German bid to head EU commission wants to 'work with' far-right

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German bid to head EU commission wants to 'work with' far-right
Manfred Webber announced his bid to run as European Commission head of Wednesday. Photo: DPA

Germany's Manfred Weber, who is targeting the European Commission's top job, wants to work with everyone including Hungarian nationalist firebrand Victor Orban and Italian far-right leader Matteo Salvini, he said in an interview Friday.


Weber, who on Wednesday announced his bid to succeed Jean-Claude Juncker as commission head next year, said it was necessary "to sit down at a table, to listen to each other and find compromises".

"We should work with everyone, and listen to everyone so we can find a common vision," Weber, an ally of German Chancellor Angela Merkel, told  Italy's La Stampa newspaper.

SEE ALSO: Merkel seeks to have German head the European Commission 

Orban's Fidesz party is a member of Weber's centre-right European People's Party (EPP) bloc in the European parliament. 

Juncker also belongs to the group as does Merkel's Christian Democratic Union.

Known for his nationalist rhetoric, Orban, who has been in power in Hungary since 2010, is fiercely anti-immigration and has had frequent run-ins with EU institutions, accusing the bloc of not representing all interests fairly.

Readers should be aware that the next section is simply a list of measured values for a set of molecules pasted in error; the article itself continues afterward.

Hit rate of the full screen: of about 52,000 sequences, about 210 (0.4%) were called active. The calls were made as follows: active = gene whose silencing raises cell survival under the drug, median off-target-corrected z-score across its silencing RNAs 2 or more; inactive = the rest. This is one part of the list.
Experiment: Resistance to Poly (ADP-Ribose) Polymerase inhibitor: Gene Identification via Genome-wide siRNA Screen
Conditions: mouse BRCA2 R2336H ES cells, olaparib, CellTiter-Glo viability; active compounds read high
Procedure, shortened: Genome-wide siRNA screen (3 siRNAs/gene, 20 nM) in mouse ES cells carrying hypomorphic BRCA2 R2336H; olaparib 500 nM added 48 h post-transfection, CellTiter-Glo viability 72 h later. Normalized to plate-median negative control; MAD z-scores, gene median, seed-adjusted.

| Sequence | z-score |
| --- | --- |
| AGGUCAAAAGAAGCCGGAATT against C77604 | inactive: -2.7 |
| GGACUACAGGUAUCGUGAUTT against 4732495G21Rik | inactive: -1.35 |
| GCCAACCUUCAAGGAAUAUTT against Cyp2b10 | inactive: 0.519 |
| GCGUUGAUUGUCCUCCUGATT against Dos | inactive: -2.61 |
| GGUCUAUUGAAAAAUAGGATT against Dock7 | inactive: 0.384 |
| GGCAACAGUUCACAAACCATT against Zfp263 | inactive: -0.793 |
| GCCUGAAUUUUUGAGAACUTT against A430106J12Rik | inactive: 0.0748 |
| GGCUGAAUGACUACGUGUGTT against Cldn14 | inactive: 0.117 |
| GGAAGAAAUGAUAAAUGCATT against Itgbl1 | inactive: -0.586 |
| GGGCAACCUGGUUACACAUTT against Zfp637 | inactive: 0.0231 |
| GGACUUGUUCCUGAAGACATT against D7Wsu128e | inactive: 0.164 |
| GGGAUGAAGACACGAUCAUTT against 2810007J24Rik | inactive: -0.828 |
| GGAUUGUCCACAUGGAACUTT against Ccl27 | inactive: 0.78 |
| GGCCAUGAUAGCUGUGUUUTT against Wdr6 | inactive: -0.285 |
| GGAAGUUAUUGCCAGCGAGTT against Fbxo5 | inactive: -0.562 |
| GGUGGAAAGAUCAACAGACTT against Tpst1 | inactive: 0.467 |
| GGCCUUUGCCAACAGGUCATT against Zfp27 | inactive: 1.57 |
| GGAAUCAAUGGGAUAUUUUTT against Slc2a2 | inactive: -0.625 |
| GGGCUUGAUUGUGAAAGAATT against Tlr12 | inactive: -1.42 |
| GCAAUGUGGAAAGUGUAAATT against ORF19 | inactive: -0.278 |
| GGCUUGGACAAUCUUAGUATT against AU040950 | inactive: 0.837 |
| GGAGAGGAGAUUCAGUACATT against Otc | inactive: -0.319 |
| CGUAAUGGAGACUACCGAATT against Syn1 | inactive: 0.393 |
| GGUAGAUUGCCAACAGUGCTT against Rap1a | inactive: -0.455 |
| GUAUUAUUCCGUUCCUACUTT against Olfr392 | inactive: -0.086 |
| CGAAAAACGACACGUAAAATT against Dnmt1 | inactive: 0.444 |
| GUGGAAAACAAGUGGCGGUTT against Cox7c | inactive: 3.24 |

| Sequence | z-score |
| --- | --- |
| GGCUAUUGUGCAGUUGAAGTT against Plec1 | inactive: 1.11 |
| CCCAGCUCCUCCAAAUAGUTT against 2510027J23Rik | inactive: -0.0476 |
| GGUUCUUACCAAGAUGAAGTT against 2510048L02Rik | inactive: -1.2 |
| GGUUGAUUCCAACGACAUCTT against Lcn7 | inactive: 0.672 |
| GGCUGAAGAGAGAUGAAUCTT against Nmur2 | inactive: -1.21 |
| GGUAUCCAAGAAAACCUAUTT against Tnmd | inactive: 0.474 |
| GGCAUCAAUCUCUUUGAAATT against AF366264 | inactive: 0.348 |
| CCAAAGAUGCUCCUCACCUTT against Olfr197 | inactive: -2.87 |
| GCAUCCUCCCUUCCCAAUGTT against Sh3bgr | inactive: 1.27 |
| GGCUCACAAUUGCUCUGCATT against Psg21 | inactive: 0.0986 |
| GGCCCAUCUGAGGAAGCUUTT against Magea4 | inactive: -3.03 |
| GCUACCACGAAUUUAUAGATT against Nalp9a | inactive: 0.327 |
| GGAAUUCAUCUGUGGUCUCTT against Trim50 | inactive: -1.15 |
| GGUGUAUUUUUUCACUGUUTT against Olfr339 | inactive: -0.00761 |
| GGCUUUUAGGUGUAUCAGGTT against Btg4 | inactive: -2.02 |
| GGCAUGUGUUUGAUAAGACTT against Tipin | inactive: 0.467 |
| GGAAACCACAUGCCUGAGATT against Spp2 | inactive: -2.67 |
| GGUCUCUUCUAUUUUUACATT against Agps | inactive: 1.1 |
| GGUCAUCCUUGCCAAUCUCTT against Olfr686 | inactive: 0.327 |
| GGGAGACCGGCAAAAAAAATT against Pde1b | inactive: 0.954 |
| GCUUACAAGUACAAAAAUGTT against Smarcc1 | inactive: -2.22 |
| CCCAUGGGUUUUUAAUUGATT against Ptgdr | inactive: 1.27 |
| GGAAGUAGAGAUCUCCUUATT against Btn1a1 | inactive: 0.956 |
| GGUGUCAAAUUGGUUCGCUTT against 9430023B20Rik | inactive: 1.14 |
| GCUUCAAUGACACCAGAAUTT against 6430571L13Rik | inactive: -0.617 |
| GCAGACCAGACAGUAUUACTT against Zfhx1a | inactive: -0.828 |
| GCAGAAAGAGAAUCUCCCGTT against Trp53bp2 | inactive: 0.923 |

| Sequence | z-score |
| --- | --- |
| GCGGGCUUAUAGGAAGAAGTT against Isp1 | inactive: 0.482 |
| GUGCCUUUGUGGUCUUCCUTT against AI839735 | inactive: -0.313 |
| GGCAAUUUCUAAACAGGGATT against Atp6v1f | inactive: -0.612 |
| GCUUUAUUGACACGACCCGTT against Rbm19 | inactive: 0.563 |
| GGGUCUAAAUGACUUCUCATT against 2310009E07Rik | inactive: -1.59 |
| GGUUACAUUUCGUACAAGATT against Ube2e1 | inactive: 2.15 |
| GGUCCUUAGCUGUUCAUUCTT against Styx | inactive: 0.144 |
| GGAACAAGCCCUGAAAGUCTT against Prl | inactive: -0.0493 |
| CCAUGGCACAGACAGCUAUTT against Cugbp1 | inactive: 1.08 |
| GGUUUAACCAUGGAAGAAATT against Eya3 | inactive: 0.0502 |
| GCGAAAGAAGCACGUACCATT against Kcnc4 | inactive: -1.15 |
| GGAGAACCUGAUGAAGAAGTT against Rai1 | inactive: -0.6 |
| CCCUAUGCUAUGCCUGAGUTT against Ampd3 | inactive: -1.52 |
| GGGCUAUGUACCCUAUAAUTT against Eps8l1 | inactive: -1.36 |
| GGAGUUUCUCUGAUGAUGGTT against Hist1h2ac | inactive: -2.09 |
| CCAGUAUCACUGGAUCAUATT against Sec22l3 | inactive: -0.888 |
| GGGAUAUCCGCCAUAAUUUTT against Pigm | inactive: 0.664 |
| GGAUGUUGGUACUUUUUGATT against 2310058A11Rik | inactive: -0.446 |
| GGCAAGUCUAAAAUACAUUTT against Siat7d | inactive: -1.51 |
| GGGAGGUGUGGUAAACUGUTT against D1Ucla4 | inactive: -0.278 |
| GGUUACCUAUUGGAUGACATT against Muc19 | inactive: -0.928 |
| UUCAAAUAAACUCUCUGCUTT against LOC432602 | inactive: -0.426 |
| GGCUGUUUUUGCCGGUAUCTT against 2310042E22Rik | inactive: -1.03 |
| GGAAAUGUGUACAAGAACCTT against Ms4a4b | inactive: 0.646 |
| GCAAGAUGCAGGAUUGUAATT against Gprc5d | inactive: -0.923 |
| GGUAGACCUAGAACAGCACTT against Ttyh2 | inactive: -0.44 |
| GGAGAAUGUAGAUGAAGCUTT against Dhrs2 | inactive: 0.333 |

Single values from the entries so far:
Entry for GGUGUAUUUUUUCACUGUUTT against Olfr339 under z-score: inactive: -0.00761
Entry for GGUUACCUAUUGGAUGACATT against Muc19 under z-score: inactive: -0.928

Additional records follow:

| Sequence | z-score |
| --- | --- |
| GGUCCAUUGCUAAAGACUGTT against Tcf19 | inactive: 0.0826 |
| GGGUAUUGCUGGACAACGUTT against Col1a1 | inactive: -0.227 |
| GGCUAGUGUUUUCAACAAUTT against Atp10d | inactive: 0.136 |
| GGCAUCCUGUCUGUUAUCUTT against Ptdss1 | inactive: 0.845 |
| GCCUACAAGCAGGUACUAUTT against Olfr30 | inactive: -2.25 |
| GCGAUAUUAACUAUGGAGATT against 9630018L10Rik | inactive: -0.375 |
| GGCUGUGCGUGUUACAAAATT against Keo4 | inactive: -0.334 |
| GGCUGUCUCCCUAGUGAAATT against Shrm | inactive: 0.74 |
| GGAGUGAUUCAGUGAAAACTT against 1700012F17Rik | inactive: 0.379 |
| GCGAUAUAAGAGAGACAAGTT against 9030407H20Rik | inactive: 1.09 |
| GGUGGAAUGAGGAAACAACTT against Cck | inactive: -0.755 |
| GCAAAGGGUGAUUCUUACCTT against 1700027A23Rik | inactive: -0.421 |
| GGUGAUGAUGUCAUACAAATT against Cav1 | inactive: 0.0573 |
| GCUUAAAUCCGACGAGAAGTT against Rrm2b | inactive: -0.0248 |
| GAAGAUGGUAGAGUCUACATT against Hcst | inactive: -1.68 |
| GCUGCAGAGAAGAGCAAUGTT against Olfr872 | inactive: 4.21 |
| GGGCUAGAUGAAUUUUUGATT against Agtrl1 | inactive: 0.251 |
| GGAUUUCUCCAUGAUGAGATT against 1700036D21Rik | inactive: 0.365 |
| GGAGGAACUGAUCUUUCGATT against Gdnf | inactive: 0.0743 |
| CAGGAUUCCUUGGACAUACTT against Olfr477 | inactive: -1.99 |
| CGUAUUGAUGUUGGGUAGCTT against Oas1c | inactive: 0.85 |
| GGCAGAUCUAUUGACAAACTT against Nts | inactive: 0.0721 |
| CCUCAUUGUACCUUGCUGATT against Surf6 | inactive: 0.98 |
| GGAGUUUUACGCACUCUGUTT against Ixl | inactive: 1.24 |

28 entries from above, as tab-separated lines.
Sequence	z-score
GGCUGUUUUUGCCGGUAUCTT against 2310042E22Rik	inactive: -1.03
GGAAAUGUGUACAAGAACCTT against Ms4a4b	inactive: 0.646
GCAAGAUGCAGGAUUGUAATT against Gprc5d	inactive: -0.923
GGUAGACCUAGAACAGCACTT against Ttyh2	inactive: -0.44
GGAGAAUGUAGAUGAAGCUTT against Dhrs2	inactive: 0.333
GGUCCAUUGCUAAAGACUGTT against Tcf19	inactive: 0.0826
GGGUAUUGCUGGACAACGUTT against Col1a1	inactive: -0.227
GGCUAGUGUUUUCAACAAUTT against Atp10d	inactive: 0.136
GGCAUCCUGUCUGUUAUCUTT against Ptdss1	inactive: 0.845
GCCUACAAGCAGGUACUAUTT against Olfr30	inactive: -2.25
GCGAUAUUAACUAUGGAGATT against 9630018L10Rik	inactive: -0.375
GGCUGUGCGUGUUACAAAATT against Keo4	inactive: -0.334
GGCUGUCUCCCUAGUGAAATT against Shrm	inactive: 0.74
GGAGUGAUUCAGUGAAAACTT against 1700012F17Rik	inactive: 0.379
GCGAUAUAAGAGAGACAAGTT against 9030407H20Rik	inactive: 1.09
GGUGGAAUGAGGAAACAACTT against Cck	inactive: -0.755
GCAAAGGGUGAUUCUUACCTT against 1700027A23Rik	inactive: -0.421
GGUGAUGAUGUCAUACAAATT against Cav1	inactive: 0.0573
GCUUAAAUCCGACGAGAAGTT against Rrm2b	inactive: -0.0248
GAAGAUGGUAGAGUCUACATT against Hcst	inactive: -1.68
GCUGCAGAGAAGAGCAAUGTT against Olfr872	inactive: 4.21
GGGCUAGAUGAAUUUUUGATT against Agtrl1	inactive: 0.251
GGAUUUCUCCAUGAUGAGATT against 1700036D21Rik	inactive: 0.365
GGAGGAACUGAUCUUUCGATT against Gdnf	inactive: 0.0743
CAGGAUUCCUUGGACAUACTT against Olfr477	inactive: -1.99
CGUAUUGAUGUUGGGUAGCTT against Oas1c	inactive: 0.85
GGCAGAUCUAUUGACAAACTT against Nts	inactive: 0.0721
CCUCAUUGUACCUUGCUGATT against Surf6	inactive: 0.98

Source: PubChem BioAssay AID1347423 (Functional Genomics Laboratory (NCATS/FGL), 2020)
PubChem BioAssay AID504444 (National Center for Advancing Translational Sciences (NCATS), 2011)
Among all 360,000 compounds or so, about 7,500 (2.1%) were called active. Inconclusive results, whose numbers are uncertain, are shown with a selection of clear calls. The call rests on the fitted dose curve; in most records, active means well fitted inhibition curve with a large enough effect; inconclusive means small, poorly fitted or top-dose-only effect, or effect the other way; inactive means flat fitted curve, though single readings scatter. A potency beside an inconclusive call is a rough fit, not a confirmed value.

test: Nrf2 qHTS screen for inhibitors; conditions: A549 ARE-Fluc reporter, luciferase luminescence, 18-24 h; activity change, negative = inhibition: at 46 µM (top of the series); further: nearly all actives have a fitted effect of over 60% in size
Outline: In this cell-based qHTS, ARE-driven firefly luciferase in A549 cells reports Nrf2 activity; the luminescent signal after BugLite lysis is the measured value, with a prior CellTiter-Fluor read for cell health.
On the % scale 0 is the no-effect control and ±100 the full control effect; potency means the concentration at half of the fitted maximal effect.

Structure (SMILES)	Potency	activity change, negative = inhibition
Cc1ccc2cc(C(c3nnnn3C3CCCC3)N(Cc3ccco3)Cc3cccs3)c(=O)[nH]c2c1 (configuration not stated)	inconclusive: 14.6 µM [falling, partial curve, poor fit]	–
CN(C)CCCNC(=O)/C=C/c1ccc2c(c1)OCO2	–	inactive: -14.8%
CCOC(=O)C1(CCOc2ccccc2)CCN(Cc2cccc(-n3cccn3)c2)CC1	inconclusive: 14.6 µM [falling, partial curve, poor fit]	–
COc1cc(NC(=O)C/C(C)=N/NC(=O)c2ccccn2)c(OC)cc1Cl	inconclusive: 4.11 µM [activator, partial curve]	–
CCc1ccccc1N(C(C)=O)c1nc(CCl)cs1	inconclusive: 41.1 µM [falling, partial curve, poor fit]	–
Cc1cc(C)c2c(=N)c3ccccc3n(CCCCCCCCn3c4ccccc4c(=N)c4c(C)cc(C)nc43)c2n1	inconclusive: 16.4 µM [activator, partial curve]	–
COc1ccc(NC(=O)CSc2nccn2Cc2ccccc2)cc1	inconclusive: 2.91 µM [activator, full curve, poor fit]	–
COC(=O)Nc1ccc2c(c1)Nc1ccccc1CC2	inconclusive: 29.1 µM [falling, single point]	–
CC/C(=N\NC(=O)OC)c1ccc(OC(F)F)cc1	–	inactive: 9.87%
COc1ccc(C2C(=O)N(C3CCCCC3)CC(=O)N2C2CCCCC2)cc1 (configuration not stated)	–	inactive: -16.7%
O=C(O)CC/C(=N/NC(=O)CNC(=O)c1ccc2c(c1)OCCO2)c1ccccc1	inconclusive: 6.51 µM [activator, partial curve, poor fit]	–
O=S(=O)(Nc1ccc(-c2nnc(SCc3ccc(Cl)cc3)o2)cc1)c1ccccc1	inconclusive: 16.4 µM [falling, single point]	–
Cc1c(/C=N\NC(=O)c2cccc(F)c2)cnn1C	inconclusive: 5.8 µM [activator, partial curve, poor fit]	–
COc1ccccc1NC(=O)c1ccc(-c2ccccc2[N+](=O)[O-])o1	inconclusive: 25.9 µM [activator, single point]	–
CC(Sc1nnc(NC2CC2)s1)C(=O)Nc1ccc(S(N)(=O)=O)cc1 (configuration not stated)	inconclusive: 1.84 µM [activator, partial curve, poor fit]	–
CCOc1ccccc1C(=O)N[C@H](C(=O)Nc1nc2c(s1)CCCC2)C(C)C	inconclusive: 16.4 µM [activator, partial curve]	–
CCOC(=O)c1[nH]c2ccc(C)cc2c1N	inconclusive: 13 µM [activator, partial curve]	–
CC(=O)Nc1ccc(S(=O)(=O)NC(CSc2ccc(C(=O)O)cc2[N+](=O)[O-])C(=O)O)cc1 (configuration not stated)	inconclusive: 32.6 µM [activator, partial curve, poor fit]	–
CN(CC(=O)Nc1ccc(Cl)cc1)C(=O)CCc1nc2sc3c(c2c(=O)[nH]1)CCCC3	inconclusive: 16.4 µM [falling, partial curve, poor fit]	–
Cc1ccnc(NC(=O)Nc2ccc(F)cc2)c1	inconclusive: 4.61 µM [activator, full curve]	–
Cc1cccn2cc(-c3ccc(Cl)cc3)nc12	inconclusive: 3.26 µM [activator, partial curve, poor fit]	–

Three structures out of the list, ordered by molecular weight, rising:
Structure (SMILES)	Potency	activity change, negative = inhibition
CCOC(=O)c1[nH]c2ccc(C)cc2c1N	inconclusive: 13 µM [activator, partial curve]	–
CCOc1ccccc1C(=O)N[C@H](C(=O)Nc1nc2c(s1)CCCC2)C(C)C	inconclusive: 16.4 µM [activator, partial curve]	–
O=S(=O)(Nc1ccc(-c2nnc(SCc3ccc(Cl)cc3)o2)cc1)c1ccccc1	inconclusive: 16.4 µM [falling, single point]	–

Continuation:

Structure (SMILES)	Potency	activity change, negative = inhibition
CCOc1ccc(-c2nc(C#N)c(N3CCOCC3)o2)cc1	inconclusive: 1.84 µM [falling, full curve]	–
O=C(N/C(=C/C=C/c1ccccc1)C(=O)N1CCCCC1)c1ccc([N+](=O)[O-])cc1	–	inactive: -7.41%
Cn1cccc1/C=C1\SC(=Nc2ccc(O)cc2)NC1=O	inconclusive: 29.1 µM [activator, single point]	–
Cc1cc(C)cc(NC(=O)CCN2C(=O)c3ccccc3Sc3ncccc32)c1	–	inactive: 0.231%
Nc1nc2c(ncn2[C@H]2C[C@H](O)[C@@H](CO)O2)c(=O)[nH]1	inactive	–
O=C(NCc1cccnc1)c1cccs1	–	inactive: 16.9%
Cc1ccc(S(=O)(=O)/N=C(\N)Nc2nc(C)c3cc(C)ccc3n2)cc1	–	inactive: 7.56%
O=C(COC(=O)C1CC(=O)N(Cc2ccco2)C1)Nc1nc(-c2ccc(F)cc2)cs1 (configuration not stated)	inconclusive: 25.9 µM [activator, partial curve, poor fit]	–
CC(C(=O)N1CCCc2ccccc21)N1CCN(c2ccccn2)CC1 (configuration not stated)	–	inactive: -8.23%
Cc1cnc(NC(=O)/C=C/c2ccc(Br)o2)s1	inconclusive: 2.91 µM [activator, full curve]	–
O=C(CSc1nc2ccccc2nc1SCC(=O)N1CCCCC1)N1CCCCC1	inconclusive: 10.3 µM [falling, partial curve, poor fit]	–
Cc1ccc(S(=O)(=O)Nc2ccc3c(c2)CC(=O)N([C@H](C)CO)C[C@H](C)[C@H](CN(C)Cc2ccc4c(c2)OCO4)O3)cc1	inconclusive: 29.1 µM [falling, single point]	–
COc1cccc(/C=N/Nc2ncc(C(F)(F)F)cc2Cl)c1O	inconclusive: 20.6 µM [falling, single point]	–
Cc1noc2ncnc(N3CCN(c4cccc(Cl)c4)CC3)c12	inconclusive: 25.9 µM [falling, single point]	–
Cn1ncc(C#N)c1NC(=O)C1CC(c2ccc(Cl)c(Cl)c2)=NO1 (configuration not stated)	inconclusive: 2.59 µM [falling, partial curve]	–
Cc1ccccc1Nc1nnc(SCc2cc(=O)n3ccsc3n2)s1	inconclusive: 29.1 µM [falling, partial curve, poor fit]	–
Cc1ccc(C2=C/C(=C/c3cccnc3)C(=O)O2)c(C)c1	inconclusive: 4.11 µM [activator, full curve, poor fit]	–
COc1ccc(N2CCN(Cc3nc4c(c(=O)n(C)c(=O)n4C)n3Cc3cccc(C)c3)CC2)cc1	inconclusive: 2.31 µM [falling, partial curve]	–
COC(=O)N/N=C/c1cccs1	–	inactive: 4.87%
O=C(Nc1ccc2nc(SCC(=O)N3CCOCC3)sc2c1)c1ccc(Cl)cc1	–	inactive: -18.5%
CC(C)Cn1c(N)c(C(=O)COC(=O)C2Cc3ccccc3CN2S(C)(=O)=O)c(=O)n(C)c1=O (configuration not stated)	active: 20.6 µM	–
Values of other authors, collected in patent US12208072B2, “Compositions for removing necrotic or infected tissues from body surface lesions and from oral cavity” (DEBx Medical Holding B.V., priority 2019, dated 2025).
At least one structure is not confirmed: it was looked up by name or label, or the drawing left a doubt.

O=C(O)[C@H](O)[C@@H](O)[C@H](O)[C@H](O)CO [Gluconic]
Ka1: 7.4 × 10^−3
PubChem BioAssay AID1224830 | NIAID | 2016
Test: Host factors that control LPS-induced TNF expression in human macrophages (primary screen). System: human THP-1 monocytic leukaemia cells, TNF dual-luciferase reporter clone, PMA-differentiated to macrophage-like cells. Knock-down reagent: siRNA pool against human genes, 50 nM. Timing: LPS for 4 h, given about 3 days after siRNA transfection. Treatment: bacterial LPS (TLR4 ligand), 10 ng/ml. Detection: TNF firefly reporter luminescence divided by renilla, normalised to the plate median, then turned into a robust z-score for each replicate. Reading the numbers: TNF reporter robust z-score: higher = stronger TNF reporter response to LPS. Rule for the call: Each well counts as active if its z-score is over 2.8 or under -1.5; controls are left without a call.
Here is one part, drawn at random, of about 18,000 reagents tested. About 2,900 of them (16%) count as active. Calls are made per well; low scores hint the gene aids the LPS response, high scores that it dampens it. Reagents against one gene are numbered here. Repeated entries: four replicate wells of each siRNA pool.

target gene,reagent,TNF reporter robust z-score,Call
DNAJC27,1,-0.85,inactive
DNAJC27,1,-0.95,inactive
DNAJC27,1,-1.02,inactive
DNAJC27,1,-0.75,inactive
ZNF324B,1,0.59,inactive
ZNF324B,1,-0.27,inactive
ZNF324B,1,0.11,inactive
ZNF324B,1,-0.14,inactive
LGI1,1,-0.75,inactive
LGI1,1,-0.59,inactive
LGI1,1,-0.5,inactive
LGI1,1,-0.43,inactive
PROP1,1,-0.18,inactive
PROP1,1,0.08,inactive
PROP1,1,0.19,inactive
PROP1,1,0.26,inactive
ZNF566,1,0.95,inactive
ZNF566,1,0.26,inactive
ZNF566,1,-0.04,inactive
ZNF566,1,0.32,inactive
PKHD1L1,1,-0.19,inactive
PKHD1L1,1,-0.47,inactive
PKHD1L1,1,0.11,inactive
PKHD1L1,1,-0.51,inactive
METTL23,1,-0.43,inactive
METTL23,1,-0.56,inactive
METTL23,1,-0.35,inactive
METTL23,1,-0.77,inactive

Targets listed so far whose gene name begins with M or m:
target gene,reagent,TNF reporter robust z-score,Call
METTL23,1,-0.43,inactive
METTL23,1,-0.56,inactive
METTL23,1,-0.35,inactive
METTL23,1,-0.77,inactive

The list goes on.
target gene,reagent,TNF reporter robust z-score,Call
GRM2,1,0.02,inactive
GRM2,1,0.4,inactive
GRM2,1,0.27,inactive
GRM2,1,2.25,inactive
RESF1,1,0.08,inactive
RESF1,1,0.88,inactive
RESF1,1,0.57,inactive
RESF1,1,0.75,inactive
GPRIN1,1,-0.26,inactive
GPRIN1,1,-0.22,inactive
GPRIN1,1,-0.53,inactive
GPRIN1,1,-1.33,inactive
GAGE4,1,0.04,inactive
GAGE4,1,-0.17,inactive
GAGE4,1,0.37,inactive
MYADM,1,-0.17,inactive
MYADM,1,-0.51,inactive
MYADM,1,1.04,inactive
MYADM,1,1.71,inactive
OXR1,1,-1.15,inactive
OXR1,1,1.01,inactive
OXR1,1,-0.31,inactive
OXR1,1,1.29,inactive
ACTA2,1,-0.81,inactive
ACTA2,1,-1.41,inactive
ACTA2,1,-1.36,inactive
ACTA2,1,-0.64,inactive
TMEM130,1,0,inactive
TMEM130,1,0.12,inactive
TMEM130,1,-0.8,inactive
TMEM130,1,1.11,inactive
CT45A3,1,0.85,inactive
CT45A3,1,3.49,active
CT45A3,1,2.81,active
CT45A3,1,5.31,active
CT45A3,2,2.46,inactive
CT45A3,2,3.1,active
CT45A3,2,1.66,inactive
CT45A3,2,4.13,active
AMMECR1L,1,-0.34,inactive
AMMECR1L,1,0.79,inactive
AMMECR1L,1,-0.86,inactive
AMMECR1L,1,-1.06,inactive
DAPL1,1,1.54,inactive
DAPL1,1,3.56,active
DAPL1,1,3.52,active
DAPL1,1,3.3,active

Italy's anti-immigration Interior Minister Salvini met his "hero" Orban last week in Milan, where the two men said that French President Emmanuel  Macron was their main adversary ahead of May's European parliament elections.

Asked whether Weber would accept Salvini's League party in the EPP, he  refused to comment "on an individual party".

Weber noted that it was Britain's then-prime minister David Cameron's 2009 decision to take his Conservative party out of the EPP grouping that heralded Brexit.

"Let's not forget that the beginning of Brexit was Cameron's decision to leave the EPP," he said.

Weber has received the support of Merkel and of Austrian Chancellor Sebastian Kurz, whose conservative party has governed together with a far-right party since late last year after winning votes on an anti-immigration platform. Kurz's party is also an EPP member.

There has not yet been a German head of the European Commission, which has only existed in its current form since 2009.

However, during the commission's early stages as the nine-member Commission of the European Economic Community between 1958 and 1967, its president was Walter Hallstein of former West Germany.

Weber, a member of the Christian Social Union in Bavaria, has headed the European People's Party in the European Parliament since 2014. 

Elections to the European Parliament are expected to be held on May 23rd to 29th, 2019. 





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